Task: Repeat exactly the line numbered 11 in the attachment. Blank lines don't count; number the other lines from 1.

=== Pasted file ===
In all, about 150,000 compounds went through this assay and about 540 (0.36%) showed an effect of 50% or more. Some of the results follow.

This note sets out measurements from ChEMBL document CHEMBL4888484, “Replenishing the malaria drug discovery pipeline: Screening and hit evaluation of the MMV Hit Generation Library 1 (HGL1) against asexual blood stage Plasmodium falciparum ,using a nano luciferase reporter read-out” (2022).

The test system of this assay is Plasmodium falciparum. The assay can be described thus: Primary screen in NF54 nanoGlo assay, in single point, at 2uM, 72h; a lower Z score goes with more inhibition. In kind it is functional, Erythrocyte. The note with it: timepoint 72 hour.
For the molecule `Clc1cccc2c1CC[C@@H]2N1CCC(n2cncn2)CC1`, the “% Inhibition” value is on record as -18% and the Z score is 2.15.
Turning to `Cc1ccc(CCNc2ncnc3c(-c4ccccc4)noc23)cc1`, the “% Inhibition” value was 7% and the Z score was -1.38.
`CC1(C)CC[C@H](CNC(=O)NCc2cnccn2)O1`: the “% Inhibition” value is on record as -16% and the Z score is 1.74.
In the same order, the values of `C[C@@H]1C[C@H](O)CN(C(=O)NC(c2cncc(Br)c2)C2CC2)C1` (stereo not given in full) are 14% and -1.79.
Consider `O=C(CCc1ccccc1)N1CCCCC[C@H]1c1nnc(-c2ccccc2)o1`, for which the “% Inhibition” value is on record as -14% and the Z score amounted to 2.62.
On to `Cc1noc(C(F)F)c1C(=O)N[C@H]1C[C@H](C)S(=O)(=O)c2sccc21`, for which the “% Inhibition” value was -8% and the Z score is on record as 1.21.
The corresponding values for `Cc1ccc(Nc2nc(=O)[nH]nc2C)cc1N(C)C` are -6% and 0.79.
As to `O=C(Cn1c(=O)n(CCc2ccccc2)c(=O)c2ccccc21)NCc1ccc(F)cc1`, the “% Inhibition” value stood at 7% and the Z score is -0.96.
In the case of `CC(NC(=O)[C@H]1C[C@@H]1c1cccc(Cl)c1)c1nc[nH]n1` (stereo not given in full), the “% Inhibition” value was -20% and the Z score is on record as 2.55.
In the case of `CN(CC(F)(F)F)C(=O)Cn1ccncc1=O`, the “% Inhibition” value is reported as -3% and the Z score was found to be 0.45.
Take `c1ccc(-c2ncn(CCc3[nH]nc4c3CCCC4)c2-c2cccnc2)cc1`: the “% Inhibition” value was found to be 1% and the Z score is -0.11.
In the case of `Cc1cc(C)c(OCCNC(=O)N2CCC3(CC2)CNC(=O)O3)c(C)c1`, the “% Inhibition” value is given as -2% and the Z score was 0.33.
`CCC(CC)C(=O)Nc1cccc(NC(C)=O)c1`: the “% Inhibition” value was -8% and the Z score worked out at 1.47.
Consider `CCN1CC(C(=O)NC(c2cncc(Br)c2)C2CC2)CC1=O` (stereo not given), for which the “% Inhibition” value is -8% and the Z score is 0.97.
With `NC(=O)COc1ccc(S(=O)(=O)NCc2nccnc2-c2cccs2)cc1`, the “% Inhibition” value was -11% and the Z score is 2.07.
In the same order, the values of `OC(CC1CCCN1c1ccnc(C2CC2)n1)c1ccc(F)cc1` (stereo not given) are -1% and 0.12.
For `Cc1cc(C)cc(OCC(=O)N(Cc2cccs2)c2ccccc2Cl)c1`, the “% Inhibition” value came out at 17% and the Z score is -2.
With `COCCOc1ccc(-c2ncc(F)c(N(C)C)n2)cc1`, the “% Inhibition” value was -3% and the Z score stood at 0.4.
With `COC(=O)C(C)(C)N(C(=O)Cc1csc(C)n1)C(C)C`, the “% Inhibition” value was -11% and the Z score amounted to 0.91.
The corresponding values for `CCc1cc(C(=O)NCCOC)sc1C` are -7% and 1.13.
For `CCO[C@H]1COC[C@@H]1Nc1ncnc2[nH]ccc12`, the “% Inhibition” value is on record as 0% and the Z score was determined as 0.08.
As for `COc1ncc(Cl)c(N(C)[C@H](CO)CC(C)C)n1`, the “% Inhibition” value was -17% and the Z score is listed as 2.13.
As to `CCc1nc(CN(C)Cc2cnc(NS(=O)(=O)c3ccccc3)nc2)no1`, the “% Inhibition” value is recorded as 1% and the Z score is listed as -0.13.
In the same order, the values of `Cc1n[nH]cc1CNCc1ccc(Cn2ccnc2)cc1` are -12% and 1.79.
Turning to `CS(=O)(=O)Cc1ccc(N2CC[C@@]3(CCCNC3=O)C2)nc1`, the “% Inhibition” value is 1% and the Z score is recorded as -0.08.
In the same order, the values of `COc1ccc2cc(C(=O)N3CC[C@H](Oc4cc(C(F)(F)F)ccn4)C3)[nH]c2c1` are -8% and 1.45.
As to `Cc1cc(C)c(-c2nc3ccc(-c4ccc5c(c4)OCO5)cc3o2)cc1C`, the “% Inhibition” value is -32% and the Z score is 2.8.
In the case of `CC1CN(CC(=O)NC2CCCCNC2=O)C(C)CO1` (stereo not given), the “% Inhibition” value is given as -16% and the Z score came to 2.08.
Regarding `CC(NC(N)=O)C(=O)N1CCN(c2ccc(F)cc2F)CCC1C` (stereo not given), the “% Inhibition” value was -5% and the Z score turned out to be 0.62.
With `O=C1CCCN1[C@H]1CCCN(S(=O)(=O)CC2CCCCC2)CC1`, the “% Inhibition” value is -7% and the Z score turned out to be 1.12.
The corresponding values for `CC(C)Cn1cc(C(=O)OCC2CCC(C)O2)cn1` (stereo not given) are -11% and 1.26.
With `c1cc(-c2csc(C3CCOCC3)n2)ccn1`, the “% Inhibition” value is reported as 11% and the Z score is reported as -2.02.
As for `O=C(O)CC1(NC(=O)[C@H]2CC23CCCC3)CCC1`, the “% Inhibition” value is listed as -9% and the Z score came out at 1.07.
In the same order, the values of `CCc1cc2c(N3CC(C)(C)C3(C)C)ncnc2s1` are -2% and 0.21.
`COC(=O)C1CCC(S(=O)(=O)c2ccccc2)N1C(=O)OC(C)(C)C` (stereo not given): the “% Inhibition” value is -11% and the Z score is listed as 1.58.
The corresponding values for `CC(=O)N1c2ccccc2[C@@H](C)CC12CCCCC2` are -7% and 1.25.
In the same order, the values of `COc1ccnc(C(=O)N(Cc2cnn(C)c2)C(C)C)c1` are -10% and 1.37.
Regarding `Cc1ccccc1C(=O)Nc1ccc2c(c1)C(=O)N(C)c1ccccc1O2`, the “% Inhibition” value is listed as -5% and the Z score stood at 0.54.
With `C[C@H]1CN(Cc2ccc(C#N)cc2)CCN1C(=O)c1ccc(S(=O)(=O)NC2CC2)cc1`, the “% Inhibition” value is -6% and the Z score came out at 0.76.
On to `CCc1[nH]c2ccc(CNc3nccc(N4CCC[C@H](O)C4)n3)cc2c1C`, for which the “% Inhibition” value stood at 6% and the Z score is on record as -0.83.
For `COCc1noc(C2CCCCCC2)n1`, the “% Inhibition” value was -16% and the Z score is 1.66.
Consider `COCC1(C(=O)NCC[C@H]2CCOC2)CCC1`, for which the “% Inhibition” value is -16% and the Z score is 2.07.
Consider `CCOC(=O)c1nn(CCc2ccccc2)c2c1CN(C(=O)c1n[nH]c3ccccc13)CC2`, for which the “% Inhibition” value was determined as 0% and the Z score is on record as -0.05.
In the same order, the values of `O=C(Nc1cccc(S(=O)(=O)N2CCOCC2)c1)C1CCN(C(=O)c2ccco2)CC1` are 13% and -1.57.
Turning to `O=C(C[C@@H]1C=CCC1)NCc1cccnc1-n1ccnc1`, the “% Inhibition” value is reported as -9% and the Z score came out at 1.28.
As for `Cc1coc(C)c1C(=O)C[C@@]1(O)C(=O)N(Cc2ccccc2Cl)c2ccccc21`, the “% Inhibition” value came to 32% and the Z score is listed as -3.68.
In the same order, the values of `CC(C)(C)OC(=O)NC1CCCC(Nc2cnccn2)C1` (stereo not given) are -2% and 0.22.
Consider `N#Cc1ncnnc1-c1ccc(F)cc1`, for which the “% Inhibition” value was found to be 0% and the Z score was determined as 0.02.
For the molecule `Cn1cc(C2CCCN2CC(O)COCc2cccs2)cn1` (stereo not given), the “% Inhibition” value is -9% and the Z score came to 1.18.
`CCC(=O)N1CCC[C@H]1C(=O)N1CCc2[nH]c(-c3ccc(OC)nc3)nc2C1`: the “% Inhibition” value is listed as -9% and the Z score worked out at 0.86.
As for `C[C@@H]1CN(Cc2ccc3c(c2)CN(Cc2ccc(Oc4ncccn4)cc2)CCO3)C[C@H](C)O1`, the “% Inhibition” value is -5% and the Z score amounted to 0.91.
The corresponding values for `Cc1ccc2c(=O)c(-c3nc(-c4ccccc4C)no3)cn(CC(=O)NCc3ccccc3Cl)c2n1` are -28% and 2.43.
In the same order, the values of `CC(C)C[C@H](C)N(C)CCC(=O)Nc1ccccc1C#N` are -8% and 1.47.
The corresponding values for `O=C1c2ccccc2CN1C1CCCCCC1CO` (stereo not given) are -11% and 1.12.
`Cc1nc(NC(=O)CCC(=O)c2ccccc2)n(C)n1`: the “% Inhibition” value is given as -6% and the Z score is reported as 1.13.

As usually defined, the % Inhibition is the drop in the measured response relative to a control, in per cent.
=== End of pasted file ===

As to `O=C(Cn1c(=O)n(CCc2ccccc2)c(=O)c2ccccc21)NCc1ccc(F)cc1`, the “% Inhibition” value stood at 7% and the Z score is -0.96.